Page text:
Well,I did my first Half Ironman in over 2 years. I kind of forgot how long a half really is. I almost disrespected the distance until I was in it once again! After doing a full, you get this mentality that "Oh it's just a half." Come race day, weather is perfect, chilly start, but it warms up to the 70's with some kicking wind. Like the hills on the bike were not enough, we had to add wind to the mix. Swim went great, after my near drowning experience at Irongirl I was a bit nervous to get out there again, in fear of another freak out moment and 160 heart rate. Surprisingly,I felt great and kept heart rate 130-140 entire swim, time was 45 minutes, right where I wanted to be. Need to cut off 5 minutes to have the 1:20 Ironman swim I would like. Still 5 months to go, should be possible.
The bike was a different beast. Hardest bike I've done to date, I'm not sure what I was thinking, but I'd thought I'd be done in a little less than 3 hours. Nope 4:05, I guess I under estimated the hills in the Poconos. It was sure a beautiful course though, one minute you were going 40 mph, than you were doing 5 I stopped at the bottle exchanges and poured my fluid into my Triabetes water bottles, I could not BEAR to throw them on the ground in replace for some Black BEAR labeled bottles. I'm sure I lost 30 seconds there:)My cleat broke the last 10 miles of the race and I had to ride with one in and one out, no big deal though, if this stuff has taught me anything, it's that there will always be some sort of glitch in the day. I wish I had put my compact crank back on though, I sure could've used it. Actually I was proud of myself that I could get up the hills without it, I know a few years ago, it would not have been possible! If anything it was a great training ride, it brought back memories of climbing Mount Lemmon with my Triabetes teammates!
Run went good, I was hoping for a 2:15 but had a 2:23, it was a beautiful trail run. I felt really great during the run though and talked to anyone who would talk back, I kept my heart rate below 150 the entire time(it was into the 170's during the bike-YIKES). Funny thing was, I kept looking at my Polar thinking, there is noo way this is right I am running faster than almost 11 minute miles, well Polar was dead on! Funny how I was convinced I was faster, can't even blame it on hyper-hypo glycemia, cause sugars were near perfect all day! That was the best part! Well maybe that was the second best part... I see my BFF on the run, now I'll rewind the story a bit. I gave her this race as a birthday present, and she winds up in the ambulance with a minor eye injury on the bike, but she carries on as she always does. So I see her and she is not looking very happy with me, I give her a big sweaty hug and say my usual "Love ya Sinibaldi." I love being at races with my friends, THAT is the best part.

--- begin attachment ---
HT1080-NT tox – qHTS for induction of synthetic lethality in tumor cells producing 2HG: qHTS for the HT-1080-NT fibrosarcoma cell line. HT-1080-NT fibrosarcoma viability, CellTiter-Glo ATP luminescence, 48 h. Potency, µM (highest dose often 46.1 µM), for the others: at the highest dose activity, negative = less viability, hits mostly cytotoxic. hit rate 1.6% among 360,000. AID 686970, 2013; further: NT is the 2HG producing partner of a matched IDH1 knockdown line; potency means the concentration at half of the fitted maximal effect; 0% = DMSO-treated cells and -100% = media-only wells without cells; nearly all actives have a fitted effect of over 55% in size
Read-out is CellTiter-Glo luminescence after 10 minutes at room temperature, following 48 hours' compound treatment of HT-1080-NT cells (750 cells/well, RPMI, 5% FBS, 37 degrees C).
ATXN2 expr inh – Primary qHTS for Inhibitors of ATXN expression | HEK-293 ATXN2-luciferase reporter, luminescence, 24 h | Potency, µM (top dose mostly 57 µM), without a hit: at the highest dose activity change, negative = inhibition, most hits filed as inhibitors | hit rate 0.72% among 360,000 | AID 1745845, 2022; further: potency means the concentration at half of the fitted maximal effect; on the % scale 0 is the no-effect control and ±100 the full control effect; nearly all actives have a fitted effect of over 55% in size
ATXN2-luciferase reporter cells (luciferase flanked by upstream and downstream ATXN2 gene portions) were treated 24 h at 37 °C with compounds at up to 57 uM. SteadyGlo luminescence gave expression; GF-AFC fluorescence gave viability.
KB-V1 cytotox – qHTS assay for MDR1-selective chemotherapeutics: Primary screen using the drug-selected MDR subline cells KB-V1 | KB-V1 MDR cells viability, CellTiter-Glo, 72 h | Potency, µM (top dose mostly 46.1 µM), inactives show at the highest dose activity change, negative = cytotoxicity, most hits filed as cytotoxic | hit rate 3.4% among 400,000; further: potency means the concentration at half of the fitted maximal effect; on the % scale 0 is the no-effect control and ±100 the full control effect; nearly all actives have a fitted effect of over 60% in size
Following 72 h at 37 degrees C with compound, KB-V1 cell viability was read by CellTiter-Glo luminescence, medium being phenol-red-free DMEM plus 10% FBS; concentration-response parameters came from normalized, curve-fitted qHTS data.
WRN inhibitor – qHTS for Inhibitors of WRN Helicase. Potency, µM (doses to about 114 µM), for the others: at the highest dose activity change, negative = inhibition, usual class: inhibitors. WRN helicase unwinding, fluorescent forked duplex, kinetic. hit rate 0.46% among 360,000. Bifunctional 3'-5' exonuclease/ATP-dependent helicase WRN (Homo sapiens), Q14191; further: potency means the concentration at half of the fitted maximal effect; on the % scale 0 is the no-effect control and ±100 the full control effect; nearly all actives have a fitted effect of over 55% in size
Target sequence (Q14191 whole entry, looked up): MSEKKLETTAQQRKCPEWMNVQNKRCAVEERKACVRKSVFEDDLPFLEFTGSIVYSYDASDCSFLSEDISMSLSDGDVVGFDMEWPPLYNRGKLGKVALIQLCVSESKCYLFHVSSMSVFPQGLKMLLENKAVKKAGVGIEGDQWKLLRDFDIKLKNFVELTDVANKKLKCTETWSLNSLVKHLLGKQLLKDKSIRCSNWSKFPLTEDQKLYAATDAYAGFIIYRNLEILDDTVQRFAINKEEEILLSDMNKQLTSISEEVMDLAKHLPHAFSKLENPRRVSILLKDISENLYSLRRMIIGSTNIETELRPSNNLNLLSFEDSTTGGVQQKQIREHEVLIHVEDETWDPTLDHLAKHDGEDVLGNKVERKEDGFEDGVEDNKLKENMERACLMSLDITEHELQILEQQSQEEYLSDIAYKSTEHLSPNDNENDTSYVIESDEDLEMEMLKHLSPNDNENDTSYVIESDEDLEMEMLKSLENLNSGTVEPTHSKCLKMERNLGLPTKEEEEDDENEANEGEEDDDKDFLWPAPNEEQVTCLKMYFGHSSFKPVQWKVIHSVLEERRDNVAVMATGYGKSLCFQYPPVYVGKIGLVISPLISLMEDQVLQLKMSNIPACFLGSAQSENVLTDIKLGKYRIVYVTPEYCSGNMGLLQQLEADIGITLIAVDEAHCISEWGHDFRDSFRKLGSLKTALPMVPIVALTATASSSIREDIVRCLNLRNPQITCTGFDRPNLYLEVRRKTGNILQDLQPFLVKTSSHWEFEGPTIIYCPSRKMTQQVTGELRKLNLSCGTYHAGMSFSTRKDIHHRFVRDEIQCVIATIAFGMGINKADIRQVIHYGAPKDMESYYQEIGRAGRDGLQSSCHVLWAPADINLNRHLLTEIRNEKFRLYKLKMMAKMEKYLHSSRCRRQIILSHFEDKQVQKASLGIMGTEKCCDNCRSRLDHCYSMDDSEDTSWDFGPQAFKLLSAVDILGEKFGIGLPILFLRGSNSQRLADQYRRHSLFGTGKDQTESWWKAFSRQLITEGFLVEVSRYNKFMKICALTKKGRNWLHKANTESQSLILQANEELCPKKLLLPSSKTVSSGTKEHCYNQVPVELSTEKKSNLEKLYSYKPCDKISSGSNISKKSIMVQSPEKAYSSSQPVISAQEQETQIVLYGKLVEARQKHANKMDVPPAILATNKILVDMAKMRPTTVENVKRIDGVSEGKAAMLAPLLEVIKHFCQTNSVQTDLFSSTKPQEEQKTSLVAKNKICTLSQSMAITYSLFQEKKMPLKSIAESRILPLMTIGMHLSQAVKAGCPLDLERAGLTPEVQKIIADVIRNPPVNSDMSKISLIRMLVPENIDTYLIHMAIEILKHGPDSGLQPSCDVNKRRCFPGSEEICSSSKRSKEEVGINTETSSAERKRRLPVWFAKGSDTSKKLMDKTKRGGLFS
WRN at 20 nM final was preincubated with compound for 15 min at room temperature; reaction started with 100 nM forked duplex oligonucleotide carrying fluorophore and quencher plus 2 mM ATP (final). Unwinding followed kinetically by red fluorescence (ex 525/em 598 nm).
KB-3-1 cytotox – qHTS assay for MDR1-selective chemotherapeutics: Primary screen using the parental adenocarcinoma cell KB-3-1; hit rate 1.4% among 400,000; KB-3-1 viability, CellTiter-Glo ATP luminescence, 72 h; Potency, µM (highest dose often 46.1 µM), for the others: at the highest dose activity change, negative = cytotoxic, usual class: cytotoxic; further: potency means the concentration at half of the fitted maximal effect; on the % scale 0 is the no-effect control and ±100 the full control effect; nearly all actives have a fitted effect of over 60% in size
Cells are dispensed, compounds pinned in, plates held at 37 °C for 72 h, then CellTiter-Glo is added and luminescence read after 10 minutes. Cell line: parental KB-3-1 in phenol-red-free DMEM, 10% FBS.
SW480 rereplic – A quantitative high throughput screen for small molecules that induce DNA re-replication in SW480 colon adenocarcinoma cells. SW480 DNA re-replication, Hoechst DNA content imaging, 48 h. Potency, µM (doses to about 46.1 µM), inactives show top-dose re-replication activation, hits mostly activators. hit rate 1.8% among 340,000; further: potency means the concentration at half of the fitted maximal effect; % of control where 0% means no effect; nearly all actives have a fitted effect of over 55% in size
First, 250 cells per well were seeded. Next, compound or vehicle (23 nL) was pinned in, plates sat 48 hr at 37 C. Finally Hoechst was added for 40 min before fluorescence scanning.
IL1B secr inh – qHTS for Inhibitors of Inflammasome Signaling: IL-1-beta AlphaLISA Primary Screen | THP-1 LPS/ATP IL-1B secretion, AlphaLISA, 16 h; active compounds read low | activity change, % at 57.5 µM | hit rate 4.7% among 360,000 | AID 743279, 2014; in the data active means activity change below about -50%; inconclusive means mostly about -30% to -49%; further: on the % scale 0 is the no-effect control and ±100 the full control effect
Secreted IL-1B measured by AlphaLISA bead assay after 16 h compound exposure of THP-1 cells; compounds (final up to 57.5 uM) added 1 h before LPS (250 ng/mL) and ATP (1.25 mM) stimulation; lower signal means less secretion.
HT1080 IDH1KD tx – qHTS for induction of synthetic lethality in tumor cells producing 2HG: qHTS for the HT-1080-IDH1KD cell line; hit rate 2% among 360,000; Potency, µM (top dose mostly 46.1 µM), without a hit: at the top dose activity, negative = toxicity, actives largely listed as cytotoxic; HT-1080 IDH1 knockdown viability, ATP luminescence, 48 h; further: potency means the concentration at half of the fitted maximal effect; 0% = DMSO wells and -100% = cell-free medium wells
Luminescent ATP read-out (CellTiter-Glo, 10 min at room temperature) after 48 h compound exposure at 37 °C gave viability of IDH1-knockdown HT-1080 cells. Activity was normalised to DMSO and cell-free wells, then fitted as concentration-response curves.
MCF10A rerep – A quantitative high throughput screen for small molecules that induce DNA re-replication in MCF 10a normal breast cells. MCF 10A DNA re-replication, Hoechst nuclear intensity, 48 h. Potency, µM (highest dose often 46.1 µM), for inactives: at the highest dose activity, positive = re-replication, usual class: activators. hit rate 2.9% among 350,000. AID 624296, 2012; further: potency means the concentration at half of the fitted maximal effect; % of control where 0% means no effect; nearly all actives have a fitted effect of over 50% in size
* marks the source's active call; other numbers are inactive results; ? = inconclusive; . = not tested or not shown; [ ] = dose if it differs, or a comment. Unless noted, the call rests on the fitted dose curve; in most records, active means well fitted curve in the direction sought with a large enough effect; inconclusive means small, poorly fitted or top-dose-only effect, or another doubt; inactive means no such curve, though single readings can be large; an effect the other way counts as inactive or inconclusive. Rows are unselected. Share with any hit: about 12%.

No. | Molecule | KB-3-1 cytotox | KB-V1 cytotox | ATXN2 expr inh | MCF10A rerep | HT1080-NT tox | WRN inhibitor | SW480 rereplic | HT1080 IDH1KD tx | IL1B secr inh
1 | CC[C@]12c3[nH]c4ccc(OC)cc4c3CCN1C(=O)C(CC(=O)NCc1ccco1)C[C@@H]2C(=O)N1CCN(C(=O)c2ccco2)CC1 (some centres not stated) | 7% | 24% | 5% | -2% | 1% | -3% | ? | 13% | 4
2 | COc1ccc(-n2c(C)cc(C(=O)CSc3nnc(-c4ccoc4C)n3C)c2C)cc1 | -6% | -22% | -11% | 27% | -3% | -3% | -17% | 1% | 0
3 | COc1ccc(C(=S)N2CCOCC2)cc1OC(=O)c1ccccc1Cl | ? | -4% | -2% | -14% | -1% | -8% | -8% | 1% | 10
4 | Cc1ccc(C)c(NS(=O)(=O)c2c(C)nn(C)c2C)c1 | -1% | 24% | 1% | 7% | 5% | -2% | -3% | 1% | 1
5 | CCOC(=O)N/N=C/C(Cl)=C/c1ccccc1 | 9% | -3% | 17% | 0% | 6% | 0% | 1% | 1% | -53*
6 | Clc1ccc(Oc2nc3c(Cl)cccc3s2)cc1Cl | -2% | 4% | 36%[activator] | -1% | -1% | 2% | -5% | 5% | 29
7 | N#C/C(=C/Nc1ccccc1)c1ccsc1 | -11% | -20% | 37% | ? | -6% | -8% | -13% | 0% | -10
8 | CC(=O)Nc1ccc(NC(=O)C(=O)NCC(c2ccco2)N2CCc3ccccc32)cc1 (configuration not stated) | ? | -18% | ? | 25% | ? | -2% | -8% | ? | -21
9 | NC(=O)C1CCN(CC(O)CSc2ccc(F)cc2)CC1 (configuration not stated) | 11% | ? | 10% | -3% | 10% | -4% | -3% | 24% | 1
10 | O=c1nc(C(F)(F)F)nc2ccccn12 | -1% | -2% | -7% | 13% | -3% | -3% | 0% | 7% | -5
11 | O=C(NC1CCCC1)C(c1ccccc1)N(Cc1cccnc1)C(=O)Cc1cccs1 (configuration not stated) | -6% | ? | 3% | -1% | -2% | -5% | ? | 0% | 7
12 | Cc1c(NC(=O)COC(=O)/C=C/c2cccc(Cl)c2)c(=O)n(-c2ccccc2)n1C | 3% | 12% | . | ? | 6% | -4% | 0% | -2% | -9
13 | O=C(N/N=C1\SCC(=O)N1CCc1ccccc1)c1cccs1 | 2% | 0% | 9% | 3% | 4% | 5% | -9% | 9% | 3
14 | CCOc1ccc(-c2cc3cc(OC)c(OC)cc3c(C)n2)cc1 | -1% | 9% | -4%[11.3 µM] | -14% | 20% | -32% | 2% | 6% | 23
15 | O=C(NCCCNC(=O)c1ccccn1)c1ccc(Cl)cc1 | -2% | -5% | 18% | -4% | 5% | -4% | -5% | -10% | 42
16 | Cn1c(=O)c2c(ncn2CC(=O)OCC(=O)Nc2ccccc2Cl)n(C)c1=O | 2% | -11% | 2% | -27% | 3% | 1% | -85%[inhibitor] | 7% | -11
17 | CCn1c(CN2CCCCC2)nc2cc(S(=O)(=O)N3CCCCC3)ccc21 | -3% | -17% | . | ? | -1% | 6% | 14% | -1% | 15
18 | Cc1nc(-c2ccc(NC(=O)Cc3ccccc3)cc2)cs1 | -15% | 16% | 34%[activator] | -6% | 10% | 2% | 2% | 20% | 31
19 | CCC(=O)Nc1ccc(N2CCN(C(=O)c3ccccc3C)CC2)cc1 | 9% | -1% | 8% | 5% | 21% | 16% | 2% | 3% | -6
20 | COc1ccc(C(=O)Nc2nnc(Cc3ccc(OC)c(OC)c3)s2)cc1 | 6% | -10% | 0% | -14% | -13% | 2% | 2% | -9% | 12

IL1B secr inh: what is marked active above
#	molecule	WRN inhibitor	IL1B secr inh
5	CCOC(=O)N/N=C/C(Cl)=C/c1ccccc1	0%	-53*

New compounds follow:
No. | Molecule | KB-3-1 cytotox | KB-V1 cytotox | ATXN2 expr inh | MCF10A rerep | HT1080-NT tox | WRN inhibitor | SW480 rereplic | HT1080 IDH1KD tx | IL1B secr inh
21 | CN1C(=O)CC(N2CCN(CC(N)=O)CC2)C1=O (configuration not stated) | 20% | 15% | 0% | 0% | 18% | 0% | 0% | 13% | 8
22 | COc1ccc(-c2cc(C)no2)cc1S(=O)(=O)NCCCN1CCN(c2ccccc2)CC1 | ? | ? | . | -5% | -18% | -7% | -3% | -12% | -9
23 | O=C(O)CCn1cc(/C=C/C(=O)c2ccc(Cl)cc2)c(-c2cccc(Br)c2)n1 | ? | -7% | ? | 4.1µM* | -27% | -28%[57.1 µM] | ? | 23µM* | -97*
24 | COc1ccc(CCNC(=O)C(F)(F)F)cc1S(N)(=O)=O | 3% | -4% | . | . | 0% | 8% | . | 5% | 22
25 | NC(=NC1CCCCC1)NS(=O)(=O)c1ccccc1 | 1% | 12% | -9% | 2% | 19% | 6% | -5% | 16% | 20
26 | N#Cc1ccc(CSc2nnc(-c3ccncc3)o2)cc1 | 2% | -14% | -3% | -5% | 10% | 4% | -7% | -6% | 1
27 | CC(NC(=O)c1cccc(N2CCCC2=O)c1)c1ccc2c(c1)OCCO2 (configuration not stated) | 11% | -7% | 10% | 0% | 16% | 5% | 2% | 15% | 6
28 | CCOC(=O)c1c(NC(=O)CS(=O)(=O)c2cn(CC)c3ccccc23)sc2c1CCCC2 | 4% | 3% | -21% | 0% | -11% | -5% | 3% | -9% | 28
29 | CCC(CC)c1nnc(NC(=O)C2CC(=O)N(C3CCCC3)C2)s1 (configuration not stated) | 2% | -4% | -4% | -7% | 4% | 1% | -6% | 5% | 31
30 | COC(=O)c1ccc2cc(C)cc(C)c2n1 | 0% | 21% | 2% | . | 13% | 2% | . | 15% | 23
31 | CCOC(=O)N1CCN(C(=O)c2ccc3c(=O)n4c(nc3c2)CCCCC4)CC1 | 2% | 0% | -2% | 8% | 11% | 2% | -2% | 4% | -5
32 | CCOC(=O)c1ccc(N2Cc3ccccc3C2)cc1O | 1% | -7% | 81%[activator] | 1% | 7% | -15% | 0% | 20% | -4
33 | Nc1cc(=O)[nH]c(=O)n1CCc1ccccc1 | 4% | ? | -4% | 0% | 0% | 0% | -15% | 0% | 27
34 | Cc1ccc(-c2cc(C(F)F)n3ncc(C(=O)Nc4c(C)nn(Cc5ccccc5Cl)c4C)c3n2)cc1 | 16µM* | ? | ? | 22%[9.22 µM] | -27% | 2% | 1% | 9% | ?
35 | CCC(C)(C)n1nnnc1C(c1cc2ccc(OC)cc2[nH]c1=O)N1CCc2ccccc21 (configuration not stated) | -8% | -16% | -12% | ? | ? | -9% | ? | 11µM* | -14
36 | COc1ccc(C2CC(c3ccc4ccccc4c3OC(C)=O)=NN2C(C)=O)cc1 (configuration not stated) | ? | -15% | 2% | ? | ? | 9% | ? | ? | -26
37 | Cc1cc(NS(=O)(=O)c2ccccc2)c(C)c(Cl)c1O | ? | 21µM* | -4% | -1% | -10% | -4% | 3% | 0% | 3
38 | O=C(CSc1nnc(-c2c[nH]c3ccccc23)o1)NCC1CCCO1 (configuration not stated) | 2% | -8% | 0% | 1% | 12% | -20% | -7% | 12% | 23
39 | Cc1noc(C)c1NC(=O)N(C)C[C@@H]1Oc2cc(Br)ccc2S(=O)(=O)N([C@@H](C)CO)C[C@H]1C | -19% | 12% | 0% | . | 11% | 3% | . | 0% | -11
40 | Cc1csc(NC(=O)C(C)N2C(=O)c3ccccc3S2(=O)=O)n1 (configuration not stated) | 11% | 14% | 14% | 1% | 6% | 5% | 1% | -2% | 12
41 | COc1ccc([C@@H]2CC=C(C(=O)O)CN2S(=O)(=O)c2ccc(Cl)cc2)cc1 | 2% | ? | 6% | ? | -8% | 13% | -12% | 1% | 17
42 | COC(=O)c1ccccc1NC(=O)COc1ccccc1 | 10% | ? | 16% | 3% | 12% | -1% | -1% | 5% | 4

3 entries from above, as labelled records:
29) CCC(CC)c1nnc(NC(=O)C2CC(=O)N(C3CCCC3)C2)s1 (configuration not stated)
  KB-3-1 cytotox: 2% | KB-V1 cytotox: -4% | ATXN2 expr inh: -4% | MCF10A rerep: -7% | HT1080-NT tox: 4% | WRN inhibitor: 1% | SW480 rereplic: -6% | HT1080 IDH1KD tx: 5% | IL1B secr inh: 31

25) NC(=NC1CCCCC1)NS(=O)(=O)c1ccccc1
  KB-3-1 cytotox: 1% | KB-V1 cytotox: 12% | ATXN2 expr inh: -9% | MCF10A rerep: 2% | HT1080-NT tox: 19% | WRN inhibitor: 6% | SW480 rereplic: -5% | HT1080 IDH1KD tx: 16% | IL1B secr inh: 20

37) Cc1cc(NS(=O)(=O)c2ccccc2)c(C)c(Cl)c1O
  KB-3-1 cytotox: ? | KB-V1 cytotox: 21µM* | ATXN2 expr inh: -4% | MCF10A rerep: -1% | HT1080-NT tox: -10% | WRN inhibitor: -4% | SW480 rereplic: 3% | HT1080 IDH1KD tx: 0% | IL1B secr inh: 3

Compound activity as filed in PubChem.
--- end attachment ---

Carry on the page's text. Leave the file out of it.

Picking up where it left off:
On the ride home she is driving and says "You're going to need to drive", because, she has once again made herself "race" sick. We get a little farther and here it comes, she pukes her guts up. It sounded like everything she could have possibly drank the entire race, even her 6am coffee. That's why I couldn't Twitter on the ride home! At least she can now proudly wear the red headband I bought her at Irongirl that says, RIDE TILL YOU PUKE! Happy Birthday girl-- It's just a bonus birthday gift that I had to share that story with the world!
Now that warm weather is here, it's been easier to get out on the bike...except now that I'm following a training plan, the bike workouts are harder to follow from the saddle instead of on the trainer. High cadence, low cadence, 4 minutes at 95, stand up, sit down, max heart rate, moderate heart rate, blah, blah, blah! My friend Monica who is, oh so clever has come up with a great way to follow the workouts, we write them on our arms with a marker, much easier than following a piece of paper. I think it's a fabulous idea that works well, and I'd thought I'd share it with you all. If you're like me and don't shower for hours after a workout, you'll get lots of weird looks and "What's that on your arm?" but, nothing about this sport seems to be normal anyway! Angelina Jolie has nothing on us with all her tattoos, at least our ink has purpose!
Oh yeah, one more thing, now that the warm weather is here, for any of you that like solid food on long bike rides, cut up salt bagels in bite size pieces in Ziplocs work great. Of course, that was my idea because it revolves around food. Just my 2 cents for the day!